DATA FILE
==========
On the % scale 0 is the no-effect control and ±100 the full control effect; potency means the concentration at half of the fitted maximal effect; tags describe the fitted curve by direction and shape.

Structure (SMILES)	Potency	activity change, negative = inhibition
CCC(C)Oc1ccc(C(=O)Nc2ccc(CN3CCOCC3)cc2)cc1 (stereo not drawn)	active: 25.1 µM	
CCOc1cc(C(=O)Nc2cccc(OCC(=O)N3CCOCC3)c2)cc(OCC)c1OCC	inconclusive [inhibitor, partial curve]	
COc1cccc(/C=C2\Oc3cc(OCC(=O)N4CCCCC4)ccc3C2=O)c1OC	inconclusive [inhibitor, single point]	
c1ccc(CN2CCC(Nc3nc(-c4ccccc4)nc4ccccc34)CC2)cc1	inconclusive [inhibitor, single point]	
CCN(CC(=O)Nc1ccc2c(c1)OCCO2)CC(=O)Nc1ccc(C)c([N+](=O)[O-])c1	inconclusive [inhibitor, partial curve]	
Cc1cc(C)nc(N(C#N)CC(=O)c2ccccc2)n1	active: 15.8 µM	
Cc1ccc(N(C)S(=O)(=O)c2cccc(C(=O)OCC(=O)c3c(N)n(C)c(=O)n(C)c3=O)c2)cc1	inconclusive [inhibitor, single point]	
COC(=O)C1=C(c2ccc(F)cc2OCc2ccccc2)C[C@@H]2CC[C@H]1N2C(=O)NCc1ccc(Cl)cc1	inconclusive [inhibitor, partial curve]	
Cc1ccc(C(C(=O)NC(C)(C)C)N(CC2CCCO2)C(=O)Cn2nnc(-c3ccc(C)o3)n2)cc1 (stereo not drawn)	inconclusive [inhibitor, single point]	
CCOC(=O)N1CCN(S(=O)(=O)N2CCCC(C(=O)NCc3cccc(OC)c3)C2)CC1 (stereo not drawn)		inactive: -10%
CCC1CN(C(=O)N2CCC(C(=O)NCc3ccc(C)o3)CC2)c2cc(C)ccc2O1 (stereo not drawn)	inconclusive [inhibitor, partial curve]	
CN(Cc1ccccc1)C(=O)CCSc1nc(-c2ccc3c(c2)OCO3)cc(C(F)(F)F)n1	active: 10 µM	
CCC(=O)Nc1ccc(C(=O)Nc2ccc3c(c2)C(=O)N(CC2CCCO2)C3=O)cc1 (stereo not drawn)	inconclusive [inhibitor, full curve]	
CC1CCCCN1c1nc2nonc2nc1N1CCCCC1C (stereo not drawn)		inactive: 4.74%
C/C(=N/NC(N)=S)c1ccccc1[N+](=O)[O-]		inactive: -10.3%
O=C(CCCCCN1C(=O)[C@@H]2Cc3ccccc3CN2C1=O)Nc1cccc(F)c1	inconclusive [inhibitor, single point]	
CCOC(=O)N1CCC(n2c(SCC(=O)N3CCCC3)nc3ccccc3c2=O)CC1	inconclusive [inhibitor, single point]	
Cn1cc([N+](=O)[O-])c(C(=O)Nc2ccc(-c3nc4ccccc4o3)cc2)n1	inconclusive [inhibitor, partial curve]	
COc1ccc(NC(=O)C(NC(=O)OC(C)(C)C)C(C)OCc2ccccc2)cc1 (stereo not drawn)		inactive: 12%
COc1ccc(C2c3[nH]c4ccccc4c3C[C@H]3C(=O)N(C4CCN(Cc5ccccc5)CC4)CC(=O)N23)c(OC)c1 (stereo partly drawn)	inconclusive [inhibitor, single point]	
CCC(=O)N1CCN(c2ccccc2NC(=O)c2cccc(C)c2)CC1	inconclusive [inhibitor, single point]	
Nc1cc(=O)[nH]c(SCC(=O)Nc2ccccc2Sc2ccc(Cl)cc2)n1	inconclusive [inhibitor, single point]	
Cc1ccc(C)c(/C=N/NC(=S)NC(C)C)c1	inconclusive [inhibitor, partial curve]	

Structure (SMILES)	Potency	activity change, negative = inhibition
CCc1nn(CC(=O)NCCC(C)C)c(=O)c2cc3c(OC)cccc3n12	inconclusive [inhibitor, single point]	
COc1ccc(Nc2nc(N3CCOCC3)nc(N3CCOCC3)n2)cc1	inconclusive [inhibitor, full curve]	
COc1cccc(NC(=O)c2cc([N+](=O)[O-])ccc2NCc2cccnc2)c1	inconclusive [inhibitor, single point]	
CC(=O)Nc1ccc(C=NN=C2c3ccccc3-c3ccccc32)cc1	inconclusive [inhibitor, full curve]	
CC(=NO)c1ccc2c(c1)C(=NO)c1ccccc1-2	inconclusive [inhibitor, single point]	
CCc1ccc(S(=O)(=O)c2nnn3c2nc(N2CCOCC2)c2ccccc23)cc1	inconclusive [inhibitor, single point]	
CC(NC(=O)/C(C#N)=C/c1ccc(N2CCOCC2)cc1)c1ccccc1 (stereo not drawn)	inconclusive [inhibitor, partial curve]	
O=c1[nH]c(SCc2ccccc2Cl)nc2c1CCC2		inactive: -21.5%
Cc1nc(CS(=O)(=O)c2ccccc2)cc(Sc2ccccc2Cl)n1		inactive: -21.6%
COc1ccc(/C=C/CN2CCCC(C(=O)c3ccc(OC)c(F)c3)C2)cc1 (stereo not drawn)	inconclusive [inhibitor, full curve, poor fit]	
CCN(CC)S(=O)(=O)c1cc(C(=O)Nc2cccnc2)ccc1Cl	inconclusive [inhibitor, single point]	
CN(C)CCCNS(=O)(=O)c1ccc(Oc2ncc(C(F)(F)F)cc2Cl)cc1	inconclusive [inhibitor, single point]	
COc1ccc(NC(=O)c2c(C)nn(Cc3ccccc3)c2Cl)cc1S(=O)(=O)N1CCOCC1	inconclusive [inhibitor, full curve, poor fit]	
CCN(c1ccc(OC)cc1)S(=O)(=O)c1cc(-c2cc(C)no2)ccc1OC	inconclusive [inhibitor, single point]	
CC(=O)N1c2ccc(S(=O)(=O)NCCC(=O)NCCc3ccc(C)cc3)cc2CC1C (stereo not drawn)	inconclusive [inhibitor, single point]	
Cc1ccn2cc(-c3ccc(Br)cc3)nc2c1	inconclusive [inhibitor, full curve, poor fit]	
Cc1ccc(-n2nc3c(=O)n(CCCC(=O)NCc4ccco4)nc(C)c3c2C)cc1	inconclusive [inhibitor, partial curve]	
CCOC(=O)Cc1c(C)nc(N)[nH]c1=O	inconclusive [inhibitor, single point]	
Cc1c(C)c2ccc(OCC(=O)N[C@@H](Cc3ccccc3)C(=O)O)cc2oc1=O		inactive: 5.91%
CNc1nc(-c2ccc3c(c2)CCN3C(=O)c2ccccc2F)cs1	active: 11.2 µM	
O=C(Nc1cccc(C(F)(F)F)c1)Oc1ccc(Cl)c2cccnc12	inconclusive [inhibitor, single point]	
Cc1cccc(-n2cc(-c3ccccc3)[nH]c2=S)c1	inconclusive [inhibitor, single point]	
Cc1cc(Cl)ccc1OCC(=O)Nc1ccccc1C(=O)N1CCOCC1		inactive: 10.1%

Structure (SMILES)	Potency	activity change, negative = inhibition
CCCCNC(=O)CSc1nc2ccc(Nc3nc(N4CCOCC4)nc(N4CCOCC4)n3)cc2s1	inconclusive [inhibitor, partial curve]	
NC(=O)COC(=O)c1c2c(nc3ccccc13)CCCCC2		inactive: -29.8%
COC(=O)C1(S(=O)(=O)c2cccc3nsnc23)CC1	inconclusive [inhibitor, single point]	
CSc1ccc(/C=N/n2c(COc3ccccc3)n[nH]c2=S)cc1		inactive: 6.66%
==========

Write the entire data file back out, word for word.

On the % scale 0 is the no-effect control and ±100 the full control effect; potency means the concentration at half of the fitted maximal effect; tags describe the fitted curve by direction and shape.

Structure (SMILES)	Potency	activity change, negative = inhibition
CCC(C)Oc1ccc(C(=O)Nc2ccc(CN3CCOCC3)cc2)cc1 (stereo not drawn)	active: 25.1 µM	
CCOc1cc(C(=O)Nc2cccc(OCC(=O)N3CCOCC3)c2)cc(OCC)c1OCC	inconclusive [inhibitor, partial curve]	
COc1cccc(/C=C2\Oc3cc(OCC(=O)N4CCCCC4)ccc3C2=O)c1OC	inconclusive [inhibitor, single point]	
c1ccc(CN2CCC(Nc3nc(-c4ccccc4)nc4ccccc34)CC2)cc1	inconclusive [inhibitor, single point]	
CCN(CC(=O)Nc1ccc2c(c1)OCCO2)CC(=O)Nc1ccc(C)c([N+](=O)[O-])c1	inconclusive [inhibitor, partial curve]	
Cc1cc(C)nc(N(C#N)CC(=O)c2ccccc2)n1	active: 15.8 µM	
Cc1ccc(N(C)S(=O)(=O)c2cccc(C(=O)OCC(=O)c3c(N)n(C)c(=O)n(C)c3=O)c2)cc1	inconclusive [inhibitor, single point]	
COC(=O)C1=C(c2ccc(F)cc2OCc2ccccc2)C[C@@H]2CC[C@H]1N2C(=O)NCc1ccc(Cl)cc1	inconclusive [inhibitor, partial curve]	
Cc1ccc(C(C(=O)NC(C)(C)C)N(CC2CCCO2)C(=O)Cn2nnc(-c3ccc(C)o3)n2)cc1 (stereo not drawn)	inconclusive [inhibitor, single point]	
CCOC(=O)N1CCN(S(=O)(=O)N2CCCC(C(=O)NCc3cccc(OC)c3)C2)CC1 (stereo not drawn)		inactive: -10%
CCC1CN(C(=O)N2CCC(C(=O)NCc3ccc(C)o3)CC2)c2cc(C)ccc2O1 (stereo not drawn)	inconclusive [inhibitor, partial curve]	
CN(Cc1ccccc1)C(=O)CCSc1nc(-c2ccc3c(c2)OCO3)cc(C(F)(F)F)n1	active: 10 µM	
CCC(=O)Nc1ccc(C(=O)Nc2ccc3c(c2)C(=O)N(CC2CCCO2)C3=O)cc1 (stereo not drawn)	inconclusive [inhibitor, full curve]	
CC1CCCCN1c1nc2nonc2nc1N1CCCCC1C (stereo not drawn)		inactive: 4.74%
C/C(=N/NC(N)=S)c1ccccc1[N+](=O)[O-]		inactive: -10.3%
O=C(CCCCCN1C(=O)[C@@H]2Cc3ccccc3CN2C1=O)Nc1cccc(F)c1	inconclusive [inhibitor, single point]	
CCOC(=O)N1CCC(n2c(SCC(=O)N3CCCC3)nc3ccccc3c2=O)CC1	inconclusive [inhibitor, single point]	
Cn1cc([N+](=O)[O-])c(C(=O)Nc2ccc(-c3nc4ccccc4o3)cc2)n1	inconclusive [inhibitor, partial curve]	
COc1ccc(NC(=O)C(NC(=O)OC(C)(C)C)C(C)OCc2ccccc2)cc1 (stereo not drawn)		inactive: 12%
COc1ccc(C2c3[nH]c4ccccc4c3C[C@H]3C(=O)N(C4CCN(Cc5ccccc5)CC4)CC(=O)N23)c(OC)c1 (stereo partly drawn)	inconclusive [inhibitor, single point]	
CCC(=O)N1CCN(c2ccccc2NC(=O)c2cccc(C)c2)CC1	inconclusive [inhibitor, single point]	
Nc1cc(=O)[nH]c(SCC(=O)Nc2ccccc2Sc2ccc(Cl)cc2)n1	inconclusive [inhibitor, single point]	
Cc1ccc(C)c(/C=N/NC(=S)NC(C)C)c1	inconclusive [inhibitor, partial curve]	

Structure (SMILES)	Potency	activity change, negative = inhibition
CCc1nn(CC(=O)NCCC(C)C)c(=O)c2cc3c(OC)cccc3n12	inconclusive [inhibitor, single point]	
COc1ccc(Nc2nc(N3CCOCC3)nc(N3CCOCC3)n2)cc1	inconclusive [inhibitor, full curve]	
COc1cccc(NC(=O)c2cc([N+](=O)[O-])ccc2NCc2cccnc2)c1	inconclusive [inhibitor, single point]	
CC(=O)Nc1ccc(C=NN=C2c3ccccc3-c3ccccc32)cc1	inconclusive [inhibitor, full curve]	
CC(=NO)c1ccc2c(c1)C(=NO)c1ccccc1-2	inconclusive [inhibitor, single point]	
CCc1ccc(S(=O)(=O)c2nnn3c2nc(N2CCOCC2)c2ccccc23)cc1	inconclusive [inhibitor, single point]	
CC(NC(=O)/C(C#N)=C/c1ccc(N2CCOCC2)cc1)c1ccccc1 (stereo not drawn)	inconclusive [inhibitor, partial curve]	
O=c1[nH]c(SCc2ccccc2Cl)nc2c1CCC2		inactive: -21.5%
Cc1nc(CS(=O)(=O)c2ccccc2)cc(Sc2ccccc2Cl)n1		inactive: -21.6%
COc1ccc(/C=C/CN2CCCC(C(=O)c3ccc(OC)c(F)c3)C2)cc1 (stereo not drawn)	inconclusive [inhibitor, full curve, poor fit]	
CCN(CC)S(=O)(=O)c1cc(C(=O)Nc2cccnc2)ccc1Cl	inconclusive [inhibitor, single point]	
CN(C)CCCNS(=O)(=O)c1ccc(Oc2ncc(C(F)(F)F)cc2Cl)cc1	inconclusive [inhibitor, single point]	
COc1ccc(NC(=O)c2c(C)nn(Cc3ccccc3)c2Cl)cc1S(=O)(=O)N1CCOCC1	inconclusive [inhibitor, full curve, poor fit]	
CCN(c1ccc(OC)cc1)S(=O)(=O)c1cc(-c2cc(C)no2)ccc1OC	inconclusive [inhibitor, single point]	
CC(=O)N1c2ccc(S(=O)(=O)NCCC(=O)NCCc3ccc(C)cc3)cc2CC1C (stereo not drawn)	inconclusive [inhibitor, single point]	
Cc1ccn2cc(-c3ccc(Br)cc3)nc2c1	inconclusive [inhibitor, full curve, poor fit]	
Cc1ccc(-n2nc3c(=O)n(CCCC(=O)NCc4ccco4)nc(C)c3c2C)cc1	inconclusive [inhibitor, partial curve]	
CCOC(=O)Cc1c(C)nc(N)[nH]c1=O	inconclusive [inhibitor, single point]	
Cc1c(C)c2ccc(OCC(=O)N[C@@H](Cc3ccccc3)C(=O)O)cc2oc1=O		inactive: 5.91%
CNc1nc(-c2ccc3c(c2)CCN3C(=O)c2ccccc2F)cs1	active: 11.2 µM	
O=C(Nc1cccc(C(F)(F)F)c1)Oc1ccc(Cl)c2cccnc12	inconclusive [inhibitor, single point]	
Cc1cccc(-n2cc(-c3ccccc3)[nH]c2=S)c1	inconclusive [inhibitor, single point]	
Cc1cc(Cl)ccc1OCC(=O)Nc1ccccc1C(=O)N1CCOCC1		inactive: 10.1%

Structure (SMILES)	Potency	activity change, negative = inhibition
CCCCNC(=O)CSc1nc2ccc(Nc3nc(N4CCOCC4)nc(N4CCOCC4)n3)cc2s1	inconclusive [inhibitor, partial curve]	
NC(=O)COC(=O)c1c2c(nc3ccccc13)CCCCC2		inactive: -29.8%
COC(=O)C1(S(=O)(=O)c2cccc3nsnc23)CC1	inconclusive [inhibitor, single point]	
CSc1ccc(/C=N/n2c(COc3ccccc3)n[nH]c2=S)cc1		inactive: 6.66%